Daily Dose: Myers headed for hip surgery?

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Brett Myers underwent an MRI exam on his hip Thursday and received bad
news as it showed fraying and a possible tear in the labrum. He hasn’t
been placed on the disabled list as of this writing, but that seems
inevitable after Myers revealed that “it sounds like surgery is almost
100 percent from the first opinion” and “they told me that my hip is
f***ed up.”

General manager Ruben Amaro Jr. indicated that the Phillies would be
open to a trade to fill Myers’ spot in the rotation if he’s indeed done
for the season, but also made it clear that they’re more likely to
replace him internally with Kyle Kendrick, Carlos Carrasco, Andrew
Carpenter, or Antonio Bastardo. Carrasco is the team’s top pitching
prospect, but he’s 0-6 with a 5.81 ERA in nine starts at Triple-A.

While the Phillies hope that a second opinion can provide better
news for Myers, here are some other notes from around baseball …

* Orioles right-hander David Hernandez made his MLB debut Thursday
by giving up one run over 5.2 innings for a win against Detroit.
Hernandez has never been highly touted as a prospect because of bad
command, as he walked four batters per nine innings coming into this
season. However, his strikeout rates have been fantastic and he showed
signs of improved control prior to being called up.

Hernandez had a 2.93 ERA and 60/13 K/BB ratio in 43 innings spread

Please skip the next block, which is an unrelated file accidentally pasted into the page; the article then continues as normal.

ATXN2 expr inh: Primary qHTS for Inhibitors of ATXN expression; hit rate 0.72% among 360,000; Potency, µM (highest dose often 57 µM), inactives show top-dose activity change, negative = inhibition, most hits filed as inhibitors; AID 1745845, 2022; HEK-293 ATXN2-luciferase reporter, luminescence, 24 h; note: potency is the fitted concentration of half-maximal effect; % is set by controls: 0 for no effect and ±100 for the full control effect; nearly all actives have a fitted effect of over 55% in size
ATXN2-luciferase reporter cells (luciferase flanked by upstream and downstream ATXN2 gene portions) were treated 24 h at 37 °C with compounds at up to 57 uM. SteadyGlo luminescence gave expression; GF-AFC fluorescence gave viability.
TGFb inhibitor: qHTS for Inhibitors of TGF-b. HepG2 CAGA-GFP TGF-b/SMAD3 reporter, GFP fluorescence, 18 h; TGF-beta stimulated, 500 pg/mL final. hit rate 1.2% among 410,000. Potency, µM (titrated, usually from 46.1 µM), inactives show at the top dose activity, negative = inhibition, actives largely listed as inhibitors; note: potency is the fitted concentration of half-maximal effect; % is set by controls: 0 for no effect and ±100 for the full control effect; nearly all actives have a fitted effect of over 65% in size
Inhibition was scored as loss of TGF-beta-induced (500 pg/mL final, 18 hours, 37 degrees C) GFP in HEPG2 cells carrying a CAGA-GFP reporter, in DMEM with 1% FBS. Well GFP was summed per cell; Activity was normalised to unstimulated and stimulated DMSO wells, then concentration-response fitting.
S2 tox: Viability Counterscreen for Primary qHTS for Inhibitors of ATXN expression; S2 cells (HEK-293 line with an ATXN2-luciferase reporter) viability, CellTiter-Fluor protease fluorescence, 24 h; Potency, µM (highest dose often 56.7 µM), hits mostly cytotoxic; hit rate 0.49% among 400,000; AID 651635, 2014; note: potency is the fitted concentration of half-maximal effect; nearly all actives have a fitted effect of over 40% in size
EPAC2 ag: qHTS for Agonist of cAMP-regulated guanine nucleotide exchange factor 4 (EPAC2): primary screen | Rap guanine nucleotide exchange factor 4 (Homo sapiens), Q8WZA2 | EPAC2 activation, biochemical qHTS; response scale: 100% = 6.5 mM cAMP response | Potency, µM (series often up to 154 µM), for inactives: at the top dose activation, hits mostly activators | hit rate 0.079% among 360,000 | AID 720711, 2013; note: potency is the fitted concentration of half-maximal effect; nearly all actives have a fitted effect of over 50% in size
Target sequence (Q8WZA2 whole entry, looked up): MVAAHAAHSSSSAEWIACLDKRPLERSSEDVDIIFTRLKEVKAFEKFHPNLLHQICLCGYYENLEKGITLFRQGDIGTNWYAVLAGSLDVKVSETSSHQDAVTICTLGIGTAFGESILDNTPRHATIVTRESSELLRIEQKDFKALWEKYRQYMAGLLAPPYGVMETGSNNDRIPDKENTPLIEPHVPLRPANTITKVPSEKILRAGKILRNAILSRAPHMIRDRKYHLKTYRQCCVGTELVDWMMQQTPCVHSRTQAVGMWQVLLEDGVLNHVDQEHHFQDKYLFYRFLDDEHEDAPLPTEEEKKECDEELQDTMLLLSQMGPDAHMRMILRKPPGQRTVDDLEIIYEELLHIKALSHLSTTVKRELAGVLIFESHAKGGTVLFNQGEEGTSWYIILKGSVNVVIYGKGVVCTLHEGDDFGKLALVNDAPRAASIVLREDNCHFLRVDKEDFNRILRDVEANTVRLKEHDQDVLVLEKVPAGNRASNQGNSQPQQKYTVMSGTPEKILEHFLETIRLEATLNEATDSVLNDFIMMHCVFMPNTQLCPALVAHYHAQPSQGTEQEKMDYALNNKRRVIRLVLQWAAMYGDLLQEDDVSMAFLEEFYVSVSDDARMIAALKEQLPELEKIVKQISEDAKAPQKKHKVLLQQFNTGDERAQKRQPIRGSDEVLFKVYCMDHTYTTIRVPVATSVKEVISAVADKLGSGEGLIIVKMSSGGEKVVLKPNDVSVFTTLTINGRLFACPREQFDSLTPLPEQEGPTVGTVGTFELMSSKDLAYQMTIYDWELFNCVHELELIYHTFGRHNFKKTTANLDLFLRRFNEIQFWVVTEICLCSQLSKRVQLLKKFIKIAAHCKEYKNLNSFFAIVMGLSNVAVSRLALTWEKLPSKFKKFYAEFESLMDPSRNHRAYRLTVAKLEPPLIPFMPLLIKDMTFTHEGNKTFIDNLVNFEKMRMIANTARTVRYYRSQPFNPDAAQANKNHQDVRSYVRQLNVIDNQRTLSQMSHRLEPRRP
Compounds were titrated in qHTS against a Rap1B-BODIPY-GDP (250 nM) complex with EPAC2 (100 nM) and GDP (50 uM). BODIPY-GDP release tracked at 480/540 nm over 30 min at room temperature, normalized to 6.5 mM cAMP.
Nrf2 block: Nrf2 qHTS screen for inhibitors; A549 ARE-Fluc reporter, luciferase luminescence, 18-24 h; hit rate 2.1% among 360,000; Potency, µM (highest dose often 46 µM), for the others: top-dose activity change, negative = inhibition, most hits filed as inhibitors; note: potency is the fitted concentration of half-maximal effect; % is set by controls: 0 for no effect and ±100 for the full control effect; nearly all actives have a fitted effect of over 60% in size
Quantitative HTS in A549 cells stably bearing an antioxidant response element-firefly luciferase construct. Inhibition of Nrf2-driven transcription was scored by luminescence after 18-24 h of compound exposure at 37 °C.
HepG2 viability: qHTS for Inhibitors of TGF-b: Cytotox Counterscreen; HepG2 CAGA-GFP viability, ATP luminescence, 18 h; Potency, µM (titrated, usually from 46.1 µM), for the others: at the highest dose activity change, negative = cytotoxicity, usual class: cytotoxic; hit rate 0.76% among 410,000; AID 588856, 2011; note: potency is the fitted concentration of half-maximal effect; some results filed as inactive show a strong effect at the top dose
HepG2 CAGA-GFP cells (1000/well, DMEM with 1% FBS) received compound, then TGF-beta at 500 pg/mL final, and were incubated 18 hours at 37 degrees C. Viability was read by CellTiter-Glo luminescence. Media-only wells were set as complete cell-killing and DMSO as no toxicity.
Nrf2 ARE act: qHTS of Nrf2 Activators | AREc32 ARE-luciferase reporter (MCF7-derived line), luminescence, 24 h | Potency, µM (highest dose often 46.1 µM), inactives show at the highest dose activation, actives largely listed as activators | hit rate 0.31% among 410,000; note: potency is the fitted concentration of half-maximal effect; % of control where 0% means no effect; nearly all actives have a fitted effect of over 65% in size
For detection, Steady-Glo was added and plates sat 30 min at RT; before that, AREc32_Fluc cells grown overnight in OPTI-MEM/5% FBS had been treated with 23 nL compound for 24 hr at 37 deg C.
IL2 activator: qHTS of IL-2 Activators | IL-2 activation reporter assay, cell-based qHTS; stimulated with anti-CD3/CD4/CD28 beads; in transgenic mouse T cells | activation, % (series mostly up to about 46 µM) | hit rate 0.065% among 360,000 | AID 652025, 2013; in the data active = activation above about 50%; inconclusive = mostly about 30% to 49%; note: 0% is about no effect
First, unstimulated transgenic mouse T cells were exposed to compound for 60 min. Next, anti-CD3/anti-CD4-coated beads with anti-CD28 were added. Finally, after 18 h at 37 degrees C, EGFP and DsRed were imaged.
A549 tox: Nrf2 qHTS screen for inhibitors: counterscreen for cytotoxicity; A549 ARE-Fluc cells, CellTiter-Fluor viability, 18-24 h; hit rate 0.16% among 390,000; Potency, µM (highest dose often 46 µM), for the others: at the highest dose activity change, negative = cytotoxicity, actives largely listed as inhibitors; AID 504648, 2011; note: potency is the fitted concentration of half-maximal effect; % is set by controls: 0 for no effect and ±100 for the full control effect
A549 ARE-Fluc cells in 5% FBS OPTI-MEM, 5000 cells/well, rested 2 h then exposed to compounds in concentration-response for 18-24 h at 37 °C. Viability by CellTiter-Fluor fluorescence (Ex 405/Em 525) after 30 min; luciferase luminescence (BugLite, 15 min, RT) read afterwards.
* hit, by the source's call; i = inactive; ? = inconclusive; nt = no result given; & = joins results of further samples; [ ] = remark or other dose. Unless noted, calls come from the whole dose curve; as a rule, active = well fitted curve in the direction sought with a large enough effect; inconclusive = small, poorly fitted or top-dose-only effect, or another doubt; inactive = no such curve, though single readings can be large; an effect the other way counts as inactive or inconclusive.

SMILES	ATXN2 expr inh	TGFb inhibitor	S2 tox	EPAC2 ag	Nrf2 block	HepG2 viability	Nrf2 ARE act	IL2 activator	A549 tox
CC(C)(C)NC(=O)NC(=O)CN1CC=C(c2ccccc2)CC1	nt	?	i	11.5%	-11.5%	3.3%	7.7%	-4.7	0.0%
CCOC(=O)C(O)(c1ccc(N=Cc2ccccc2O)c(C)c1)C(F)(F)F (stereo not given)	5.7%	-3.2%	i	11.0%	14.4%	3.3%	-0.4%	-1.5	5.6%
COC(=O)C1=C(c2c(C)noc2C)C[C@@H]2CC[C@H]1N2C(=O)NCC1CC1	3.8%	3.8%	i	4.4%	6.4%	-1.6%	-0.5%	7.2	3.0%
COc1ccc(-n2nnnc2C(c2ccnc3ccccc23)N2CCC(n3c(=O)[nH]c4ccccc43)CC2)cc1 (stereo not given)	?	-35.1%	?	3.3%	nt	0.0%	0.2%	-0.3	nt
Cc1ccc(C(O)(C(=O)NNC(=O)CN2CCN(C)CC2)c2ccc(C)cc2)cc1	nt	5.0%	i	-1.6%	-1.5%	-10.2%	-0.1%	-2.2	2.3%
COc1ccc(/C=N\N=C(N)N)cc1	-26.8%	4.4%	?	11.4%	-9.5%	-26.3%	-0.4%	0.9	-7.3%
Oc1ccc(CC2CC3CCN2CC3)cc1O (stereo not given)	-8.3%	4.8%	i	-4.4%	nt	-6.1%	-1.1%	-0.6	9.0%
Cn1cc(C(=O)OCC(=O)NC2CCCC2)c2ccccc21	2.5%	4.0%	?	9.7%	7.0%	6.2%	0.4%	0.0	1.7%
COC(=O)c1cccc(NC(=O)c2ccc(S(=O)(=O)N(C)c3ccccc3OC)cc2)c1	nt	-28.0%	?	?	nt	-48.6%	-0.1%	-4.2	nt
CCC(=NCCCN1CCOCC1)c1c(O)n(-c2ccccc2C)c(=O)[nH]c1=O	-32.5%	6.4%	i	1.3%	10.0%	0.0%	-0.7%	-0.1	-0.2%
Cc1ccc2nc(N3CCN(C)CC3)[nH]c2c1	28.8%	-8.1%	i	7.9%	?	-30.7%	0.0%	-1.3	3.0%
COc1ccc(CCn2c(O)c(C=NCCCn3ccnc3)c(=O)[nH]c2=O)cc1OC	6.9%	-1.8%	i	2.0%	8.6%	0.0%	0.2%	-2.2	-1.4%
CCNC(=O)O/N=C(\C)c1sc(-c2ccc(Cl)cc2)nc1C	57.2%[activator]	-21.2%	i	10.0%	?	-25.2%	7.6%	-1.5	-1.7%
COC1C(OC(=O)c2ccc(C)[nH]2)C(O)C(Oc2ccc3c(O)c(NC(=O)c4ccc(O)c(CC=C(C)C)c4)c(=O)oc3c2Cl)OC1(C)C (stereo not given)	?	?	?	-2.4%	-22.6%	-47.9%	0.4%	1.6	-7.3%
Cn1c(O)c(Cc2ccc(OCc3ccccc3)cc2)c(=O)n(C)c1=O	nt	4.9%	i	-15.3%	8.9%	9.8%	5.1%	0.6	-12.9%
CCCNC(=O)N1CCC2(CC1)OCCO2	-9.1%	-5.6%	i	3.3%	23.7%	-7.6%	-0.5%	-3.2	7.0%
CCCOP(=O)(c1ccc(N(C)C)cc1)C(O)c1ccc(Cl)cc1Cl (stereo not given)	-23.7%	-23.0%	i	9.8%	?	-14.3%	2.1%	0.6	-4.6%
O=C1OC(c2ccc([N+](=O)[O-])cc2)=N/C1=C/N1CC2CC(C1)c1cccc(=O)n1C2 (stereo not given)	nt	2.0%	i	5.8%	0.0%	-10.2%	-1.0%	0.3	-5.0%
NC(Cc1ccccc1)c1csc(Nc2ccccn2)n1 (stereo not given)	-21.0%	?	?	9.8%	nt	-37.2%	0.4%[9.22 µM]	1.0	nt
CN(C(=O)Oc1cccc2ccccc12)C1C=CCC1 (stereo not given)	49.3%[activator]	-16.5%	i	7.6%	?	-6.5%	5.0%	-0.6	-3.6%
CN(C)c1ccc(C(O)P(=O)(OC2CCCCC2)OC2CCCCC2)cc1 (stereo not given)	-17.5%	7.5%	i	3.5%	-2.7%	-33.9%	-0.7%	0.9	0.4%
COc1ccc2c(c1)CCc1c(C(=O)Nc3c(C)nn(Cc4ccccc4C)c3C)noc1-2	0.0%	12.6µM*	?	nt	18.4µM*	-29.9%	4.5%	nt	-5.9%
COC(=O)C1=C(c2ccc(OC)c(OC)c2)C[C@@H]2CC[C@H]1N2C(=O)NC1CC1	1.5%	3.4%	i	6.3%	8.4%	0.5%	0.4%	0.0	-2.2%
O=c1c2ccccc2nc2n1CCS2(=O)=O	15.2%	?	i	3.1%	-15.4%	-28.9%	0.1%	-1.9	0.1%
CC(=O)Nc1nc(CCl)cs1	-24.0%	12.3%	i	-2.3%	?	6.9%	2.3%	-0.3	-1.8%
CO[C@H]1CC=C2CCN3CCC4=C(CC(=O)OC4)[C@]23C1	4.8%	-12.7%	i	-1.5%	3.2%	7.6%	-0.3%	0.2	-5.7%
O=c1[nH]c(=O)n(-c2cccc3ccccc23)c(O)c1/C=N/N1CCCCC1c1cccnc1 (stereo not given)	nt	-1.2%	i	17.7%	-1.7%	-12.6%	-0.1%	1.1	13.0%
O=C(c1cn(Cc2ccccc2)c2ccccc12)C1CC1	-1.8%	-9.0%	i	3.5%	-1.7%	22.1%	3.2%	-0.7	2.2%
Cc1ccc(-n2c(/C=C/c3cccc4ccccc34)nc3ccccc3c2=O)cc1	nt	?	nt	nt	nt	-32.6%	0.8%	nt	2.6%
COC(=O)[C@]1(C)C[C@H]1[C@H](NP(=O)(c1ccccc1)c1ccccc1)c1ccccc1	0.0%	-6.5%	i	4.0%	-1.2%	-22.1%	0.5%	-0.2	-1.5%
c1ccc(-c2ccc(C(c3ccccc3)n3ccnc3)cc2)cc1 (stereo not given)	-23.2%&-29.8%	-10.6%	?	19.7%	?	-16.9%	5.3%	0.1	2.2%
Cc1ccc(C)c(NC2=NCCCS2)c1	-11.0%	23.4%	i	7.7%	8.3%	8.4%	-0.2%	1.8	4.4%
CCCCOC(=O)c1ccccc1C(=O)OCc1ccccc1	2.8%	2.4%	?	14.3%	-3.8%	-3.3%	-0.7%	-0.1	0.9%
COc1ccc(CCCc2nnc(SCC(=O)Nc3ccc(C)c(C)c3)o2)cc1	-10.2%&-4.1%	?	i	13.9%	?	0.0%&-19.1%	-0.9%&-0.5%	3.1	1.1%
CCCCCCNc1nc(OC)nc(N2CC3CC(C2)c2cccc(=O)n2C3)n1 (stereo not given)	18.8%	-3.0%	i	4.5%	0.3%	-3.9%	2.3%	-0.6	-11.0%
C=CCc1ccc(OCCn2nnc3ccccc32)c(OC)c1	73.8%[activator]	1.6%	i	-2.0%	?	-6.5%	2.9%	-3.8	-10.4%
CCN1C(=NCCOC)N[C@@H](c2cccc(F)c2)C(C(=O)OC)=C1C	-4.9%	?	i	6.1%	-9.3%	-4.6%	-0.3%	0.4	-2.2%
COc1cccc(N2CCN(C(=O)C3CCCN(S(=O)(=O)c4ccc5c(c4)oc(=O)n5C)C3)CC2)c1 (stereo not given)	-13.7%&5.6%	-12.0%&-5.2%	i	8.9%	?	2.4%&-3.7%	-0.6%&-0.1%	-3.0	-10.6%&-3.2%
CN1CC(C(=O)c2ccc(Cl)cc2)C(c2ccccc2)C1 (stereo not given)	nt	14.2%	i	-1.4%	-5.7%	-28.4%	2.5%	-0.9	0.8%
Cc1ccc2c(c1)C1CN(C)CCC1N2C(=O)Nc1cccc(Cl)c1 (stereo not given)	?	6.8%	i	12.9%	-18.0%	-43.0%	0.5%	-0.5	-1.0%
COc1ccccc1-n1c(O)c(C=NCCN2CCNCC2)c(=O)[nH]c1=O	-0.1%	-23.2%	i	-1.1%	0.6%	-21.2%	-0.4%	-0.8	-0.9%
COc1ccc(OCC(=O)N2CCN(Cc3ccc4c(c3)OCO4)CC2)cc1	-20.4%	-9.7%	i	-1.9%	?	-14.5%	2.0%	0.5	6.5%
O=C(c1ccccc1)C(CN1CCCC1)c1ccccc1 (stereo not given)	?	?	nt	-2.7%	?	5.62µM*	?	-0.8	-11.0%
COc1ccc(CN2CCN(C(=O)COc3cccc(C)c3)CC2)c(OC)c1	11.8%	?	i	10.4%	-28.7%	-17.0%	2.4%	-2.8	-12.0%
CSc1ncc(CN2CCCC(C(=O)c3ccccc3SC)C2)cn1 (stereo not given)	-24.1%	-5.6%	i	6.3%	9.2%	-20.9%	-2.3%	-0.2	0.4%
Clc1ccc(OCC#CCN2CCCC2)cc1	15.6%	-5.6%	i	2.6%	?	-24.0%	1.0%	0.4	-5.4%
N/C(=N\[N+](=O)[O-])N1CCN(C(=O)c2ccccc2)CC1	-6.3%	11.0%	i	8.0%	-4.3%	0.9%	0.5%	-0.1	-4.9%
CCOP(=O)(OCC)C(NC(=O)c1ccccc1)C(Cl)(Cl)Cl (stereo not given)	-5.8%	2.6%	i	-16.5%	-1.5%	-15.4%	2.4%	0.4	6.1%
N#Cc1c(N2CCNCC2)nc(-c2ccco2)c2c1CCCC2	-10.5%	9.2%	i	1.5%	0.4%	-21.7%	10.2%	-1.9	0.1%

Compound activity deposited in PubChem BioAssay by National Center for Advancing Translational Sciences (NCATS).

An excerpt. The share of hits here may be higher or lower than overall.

over eight starts at Triple-A, giving him 595 strikeouts in 516 career
innings. If the improved control is legit Hernandez becomes a very
intriguing prospect, but he walked four of 25 batters Thursday while
needing 108 pitches to record 17 outs. He’s clearly worth keeping an
eye on and the 24-year-old could have value in AL-only spots.

* Chris Ray missed all of last season following Tommy John surgery,
but seemed to be doing reasonably well through his first 13 appearances
this season, posting a 13/5 K/BB ratio in 11.1 innings. Things began to
unravel for him last week and Ray allowed nine runs on seven hits and
six walks over a four-inning stretch that earned him a trip back to the
minors Thursday.

While his post-surgery struggles are discouraging, Ray still missed
a fair amount of bats by whiffing 21 percent of his batters faced
compared to 22 percent prior to going under the knife. His average
fastball was clocked at 94.1 miles per hour after being 94.2, 94.8, and
94.7 from 2005-2007, so aside from command issues his stuff still seems
plenty good. In other words, don’t give up on him quite yet.

* Travis Hafner’s comeback from a right shoulder injury was delayed
for 3-4 days by rib soreness, but he resumed his minor-league rehab
assignment Thursday at Triple-A by going 1-for-3 with a double and a
walk. Assuming that he can avoid a setback while playing 2-3 more games
at Columbus over the weekend, Hafner is on track to come off the
disabled list Monday.

AL Quick Hits: After missing three weeks with a hamstring
strain, Jorge Posada is slated to come off the disabled list Friday …